Machado-Joseph disease (MJD), which is also called spinocerebellar ataxia type 3, is a rare hereditary ataxia (ataxia is a medical term meaning lack of muscle control). The disease is characterized by slowly progressive clumsiness and weakness in the arms and legs, spasticity, a staggering lurching gait easily mistaken for drunkenness, difficulty with speech and swallowing, involuntary eye movements, double vision, and frequent urination. Some individuals also have dystonia (sustained muscle contractions that cause twisting of the body and limbs, repetitive movements, abnormal postures, and rigidity) or symptoms similar to those of Parkinson's disease. Others have twitching of the face or tongue, or peculiar bulging eyes. Almost all individuals with MJD experience vision problems, including double vision or blurred vision, loss of the ability to distinguish color and/or contrast, and inability to control eye movements.
MJD is incurable, but some symptoms of the disease can be treated. For those individuals who show parkinsonian features, levodopa therapy can help for many years. Treatment with antispasmodic drugs, such as baclofen, can help reduce spasticity. Botulinum toxin can also treat severe spasticity as well as some symptoms of dystonia. Speech problems and trouble swallowing can be treated with medication and speech therapy. Physiotherapy can help patients cope with disability associated with gait problems. Physical aids, such as walkers and wheelchairs, can assist with everyday activities.
The severity of the disease is related to the age of onset, with earlier onset associated with more severe forms of the disease. Symptoms can begin any time between early adolescence and about 70 years of age. MJD is a progressive disease, meaning that symptoms get worse with time. Life expectancy ranges from the mid-thirties for those with severe forms of MJD to a normal life expectancy for those with mild forms. The cause of death for those who die early is often aspiration pneumonia.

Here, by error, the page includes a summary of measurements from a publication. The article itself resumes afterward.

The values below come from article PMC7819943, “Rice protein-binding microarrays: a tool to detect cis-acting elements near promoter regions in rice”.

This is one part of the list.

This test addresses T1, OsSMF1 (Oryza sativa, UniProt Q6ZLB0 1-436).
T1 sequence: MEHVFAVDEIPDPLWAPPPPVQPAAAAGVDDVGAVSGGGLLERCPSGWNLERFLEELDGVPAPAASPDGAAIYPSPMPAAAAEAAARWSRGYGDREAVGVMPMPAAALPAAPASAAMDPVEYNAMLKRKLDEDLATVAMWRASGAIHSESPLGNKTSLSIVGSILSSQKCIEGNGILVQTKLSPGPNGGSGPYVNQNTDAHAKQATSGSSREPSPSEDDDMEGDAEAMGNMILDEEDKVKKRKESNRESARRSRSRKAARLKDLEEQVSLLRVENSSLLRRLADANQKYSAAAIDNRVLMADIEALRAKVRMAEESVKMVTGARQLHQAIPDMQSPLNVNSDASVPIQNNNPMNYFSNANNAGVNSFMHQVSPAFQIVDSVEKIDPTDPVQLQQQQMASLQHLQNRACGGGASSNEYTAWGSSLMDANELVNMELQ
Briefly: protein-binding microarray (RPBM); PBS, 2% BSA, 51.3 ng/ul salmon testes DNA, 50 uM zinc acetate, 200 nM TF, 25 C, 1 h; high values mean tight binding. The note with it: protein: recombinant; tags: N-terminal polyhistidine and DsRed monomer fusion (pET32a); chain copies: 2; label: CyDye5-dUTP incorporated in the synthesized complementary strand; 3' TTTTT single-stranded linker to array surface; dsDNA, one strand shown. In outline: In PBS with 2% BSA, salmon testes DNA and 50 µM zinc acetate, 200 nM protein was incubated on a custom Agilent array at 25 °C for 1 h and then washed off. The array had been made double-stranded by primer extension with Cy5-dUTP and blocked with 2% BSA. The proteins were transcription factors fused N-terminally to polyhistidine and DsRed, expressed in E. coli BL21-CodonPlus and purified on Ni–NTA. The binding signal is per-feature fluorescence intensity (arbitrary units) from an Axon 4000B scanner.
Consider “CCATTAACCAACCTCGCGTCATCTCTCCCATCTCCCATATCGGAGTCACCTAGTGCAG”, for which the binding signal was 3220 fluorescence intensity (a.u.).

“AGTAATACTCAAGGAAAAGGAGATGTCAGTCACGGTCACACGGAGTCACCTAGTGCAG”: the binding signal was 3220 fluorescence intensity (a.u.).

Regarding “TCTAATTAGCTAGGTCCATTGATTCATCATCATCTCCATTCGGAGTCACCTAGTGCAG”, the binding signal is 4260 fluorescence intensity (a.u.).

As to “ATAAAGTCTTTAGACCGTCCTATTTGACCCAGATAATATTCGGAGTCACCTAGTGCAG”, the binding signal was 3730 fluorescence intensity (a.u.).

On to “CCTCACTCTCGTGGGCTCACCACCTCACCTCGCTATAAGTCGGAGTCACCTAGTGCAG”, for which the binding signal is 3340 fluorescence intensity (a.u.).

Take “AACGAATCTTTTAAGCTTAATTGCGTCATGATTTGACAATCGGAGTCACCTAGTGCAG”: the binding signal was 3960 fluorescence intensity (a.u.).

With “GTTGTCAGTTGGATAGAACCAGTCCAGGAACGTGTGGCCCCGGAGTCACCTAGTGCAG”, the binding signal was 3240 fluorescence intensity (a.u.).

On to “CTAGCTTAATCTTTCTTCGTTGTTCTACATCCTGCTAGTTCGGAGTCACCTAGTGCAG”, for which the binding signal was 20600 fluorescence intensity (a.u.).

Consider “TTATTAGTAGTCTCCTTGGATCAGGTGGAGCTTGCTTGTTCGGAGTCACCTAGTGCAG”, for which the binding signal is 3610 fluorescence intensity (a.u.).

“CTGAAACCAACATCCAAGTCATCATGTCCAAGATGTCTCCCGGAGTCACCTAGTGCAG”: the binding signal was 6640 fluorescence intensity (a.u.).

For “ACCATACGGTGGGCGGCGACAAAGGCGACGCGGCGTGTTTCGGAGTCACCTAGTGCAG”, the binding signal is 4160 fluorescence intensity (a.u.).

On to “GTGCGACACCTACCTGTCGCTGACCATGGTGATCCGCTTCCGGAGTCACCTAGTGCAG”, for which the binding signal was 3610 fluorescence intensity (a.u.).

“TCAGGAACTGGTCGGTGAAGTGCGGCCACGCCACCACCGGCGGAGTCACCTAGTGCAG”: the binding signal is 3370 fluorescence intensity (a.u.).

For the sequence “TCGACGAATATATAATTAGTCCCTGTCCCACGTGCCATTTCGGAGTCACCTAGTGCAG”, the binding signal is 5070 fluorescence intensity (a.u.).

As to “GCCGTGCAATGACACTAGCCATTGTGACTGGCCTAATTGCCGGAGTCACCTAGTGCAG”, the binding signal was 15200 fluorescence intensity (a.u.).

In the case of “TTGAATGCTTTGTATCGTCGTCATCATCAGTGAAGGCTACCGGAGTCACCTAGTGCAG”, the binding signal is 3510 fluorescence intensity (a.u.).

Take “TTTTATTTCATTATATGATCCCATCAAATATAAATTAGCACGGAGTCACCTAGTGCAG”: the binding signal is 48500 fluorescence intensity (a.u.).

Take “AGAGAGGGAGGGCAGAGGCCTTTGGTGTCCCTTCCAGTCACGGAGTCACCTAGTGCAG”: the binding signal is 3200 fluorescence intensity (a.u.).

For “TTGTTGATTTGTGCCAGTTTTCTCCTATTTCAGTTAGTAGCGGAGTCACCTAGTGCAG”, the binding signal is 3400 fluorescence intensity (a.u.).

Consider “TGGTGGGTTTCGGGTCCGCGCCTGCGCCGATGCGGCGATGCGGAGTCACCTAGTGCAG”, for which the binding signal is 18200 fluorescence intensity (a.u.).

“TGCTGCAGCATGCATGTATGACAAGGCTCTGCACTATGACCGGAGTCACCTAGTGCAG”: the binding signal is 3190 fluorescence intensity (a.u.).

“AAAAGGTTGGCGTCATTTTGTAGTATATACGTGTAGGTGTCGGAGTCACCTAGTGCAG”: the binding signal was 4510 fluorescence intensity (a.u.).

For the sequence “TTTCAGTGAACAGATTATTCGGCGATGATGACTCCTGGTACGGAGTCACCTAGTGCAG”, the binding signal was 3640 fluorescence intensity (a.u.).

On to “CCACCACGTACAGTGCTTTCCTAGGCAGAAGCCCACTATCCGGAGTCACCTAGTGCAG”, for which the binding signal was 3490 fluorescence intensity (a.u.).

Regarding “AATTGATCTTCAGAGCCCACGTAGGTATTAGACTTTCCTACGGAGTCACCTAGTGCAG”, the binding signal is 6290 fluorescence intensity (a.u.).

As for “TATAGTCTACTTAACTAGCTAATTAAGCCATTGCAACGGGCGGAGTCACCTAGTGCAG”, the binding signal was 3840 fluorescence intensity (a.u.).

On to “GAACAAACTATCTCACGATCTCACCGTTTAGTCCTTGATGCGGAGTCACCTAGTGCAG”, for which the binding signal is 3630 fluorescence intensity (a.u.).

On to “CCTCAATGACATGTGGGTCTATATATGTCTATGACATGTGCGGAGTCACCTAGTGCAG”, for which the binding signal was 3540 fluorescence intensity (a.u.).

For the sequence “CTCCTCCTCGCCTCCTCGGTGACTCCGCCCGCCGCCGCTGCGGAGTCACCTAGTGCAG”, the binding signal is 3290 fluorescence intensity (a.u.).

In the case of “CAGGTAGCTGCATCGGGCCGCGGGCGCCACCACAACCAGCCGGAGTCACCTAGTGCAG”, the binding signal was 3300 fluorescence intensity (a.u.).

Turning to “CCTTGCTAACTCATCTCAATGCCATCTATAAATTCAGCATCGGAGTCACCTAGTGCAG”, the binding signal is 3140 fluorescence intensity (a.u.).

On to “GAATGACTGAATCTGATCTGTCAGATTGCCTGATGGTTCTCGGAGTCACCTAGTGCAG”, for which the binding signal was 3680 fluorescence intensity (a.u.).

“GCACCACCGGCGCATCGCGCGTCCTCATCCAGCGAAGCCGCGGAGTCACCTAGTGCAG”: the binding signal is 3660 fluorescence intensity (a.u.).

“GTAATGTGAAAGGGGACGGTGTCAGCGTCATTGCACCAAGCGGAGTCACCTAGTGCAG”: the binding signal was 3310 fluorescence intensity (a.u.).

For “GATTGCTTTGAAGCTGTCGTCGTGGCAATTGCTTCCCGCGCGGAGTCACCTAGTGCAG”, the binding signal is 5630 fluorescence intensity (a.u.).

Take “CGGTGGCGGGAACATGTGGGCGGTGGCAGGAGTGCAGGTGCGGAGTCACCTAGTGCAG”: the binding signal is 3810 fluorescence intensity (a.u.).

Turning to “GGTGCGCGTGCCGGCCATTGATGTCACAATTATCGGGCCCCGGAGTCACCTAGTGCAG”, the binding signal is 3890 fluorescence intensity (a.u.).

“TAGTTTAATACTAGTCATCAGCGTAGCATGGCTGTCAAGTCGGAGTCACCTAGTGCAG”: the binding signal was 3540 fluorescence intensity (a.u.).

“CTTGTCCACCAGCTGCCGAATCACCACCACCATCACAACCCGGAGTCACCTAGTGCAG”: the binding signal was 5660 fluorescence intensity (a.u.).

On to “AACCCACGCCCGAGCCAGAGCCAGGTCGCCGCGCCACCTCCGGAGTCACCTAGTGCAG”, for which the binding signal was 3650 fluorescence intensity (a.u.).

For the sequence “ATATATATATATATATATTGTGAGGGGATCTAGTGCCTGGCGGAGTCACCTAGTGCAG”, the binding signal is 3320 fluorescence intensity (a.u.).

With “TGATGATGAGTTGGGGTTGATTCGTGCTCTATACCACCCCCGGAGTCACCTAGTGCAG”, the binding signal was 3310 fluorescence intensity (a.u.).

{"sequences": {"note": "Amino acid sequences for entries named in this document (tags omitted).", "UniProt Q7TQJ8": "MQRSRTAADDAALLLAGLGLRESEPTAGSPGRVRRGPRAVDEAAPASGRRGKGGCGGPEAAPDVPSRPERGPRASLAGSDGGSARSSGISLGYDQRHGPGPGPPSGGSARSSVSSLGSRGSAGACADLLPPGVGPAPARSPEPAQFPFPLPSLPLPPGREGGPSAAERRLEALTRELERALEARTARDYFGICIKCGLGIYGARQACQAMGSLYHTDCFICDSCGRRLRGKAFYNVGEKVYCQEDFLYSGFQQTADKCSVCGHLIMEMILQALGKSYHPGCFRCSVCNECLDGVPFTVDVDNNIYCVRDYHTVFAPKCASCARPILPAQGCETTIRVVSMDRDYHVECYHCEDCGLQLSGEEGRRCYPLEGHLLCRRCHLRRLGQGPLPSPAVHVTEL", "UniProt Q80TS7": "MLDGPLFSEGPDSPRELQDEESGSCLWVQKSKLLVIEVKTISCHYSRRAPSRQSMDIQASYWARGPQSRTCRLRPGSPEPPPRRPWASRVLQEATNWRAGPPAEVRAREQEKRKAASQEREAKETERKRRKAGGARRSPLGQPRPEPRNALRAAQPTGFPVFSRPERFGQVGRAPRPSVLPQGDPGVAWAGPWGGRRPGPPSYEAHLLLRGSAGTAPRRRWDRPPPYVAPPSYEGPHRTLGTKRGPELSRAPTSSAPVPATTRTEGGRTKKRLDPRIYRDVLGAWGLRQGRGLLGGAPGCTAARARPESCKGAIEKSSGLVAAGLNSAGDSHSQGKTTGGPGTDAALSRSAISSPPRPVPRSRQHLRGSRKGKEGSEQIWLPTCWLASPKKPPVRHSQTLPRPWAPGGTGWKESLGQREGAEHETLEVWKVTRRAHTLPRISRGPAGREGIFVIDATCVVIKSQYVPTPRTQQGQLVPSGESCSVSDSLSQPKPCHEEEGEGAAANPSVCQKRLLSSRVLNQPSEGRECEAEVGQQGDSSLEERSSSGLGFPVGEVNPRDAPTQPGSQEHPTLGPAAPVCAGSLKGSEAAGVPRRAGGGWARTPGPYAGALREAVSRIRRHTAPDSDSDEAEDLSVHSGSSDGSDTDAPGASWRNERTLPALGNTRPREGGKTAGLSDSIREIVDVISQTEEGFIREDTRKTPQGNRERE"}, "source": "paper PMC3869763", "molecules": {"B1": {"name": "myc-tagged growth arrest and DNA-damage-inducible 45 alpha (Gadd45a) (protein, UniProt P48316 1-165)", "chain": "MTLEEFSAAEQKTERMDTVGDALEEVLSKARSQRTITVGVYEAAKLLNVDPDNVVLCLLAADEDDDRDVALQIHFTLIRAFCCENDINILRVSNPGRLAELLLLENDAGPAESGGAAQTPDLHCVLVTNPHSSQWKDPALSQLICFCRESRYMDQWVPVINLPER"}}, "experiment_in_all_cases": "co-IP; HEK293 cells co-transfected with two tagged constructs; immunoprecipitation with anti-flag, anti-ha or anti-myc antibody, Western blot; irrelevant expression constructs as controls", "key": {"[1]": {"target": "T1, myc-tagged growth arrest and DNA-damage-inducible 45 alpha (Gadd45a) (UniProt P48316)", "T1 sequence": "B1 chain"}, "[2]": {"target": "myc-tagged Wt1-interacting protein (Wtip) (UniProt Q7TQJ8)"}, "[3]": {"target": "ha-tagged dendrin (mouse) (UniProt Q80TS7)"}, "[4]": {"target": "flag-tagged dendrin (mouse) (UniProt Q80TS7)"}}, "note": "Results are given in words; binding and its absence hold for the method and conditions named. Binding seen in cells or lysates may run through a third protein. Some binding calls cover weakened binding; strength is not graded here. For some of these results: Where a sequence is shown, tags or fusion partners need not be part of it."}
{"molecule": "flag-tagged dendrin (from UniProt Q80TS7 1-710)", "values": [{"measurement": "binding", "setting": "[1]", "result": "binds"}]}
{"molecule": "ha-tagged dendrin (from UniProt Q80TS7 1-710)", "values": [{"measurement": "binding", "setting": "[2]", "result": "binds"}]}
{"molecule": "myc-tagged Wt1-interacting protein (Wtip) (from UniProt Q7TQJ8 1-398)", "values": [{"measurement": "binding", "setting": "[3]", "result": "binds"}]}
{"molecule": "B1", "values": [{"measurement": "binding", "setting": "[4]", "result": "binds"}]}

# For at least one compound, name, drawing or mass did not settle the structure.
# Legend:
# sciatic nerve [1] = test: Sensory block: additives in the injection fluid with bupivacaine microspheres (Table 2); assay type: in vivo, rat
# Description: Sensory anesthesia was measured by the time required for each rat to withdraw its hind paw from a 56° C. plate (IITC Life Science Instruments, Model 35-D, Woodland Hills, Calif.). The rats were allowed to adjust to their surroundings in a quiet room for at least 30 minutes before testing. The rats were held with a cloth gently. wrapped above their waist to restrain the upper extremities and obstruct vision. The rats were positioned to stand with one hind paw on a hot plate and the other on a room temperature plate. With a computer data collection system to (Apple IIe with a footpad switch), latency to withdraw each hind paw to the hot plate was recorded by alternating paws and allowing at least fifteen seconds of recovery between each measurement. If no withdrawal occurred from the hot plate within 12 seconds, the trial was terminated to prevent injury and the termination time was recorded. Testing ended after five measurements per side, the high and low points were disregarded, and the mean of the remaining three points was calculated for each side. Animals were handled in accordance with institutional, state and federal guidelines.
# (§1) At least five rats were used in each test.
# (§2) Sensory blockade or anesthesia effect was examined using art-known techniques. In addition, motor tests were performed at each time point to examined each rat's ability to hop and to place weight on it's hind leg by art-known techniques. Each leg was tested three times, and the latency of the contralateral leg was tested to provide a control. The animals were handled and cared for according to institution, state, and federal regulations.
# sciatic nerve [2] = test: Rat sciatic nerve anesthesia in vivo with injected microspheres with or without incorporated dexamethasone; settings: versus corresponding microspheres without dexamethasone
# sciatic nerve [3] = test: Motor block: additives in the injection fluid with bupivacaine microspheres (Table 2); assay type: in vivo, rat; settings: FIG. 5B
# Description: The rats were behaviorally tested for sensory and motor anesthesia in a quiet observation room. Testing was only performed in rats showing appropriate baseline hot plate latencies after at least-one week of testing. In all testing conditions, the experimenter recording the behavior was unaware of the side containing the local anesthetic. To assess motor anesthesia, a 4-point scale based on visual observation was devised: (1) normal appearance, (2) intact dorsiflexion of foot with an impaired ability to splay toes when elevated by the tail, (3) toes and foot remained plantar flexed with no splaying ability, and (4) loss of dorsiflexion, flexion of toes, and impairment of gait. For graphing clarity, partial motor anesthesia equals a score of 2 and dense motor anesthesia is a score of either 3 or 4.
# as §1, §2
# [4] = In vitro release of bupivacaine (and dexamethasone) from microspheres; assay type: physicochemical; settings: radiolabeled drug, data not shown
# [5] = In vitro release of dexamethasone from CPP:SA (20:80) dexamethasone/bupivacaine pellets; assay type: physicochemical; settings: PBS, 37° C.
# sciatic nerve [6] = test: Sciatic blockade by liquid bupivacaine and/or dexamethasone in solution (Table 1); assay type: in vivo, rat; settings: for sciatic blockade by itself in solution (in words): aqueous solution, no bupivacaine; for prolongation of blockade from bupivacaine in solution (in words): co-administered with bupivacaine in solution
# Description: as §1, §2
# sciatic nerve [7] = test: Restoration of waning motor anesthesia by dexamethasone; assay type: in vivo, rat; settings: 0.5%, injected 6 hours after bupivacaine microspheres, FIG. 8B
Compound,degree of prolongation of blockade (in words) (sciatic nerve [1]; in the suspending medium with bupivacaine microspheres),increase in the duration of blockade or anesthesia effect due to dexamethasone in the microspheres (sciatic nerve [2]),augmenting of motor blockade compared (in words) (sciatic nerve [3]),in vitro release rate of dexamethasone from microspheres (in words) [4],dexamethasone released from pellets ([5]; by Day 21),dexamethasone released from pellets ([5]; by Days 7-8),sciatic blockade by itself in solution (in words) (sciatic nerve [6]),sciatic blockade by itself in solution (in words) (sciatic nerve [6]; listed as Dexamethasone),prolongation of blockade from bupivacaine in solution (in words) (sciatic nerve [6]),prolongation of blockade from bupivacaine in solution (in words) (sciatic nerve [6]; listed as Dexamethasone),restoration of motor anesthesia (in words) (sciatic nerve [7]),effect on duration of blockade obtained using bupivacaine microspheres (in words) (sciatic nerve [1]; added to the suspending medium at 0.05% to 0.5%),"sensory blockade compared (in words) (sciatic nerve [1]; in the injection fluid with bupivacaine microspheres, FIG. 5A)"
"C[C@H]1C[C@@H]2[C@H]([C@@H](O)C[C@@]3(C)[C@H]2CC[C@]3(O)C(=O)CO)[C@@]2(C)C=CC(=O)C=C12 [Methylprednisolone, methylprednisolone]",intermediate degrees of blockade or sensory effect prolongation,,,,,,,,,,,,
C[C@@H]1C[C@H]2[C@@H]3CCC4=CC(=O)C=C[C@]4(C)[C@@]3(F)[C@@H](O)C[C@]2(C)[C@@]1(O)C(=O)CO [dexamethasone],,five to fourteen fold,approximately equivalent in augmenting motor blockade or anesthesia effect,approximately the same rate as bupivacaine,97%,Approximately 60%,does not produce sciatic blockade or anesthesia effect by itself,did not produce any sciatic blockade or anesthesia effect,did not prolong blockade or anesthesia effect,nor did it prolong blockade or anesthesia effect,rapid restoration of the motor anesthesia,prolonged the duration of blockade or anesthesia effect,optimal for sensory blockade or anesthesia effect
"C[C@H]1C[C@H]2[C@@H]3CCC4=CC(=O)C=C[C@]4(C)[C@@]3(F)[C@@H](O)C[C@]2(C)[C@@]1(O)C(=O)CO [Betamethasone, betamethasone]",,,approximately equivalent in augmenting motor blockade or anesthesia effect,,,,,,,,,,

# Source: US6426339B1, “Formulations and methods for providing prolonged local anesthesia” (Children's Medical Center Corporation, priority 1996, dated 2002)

The National Institute of Neurological Disorders and Stroke (NINDS) conducts MJD research in its laboratories at the National Institutes of Health (NIH) and also supports MJD research through grants to major medical institutions across the country. Ongoing research includes studies to better understand the genetic, molecular, and cellular mechanisms that underlie inherited neurodegenerative diseases such as MJD. Other research areas include the development of novel therapies to treat the symptoms of MJD, efforts to identify diagnostic markers and to improve current diagnostic procedures for the disease, and population studies to identify affected families. Information from the National Library of Medicine’s MedlinePlus Cerebellar Disorders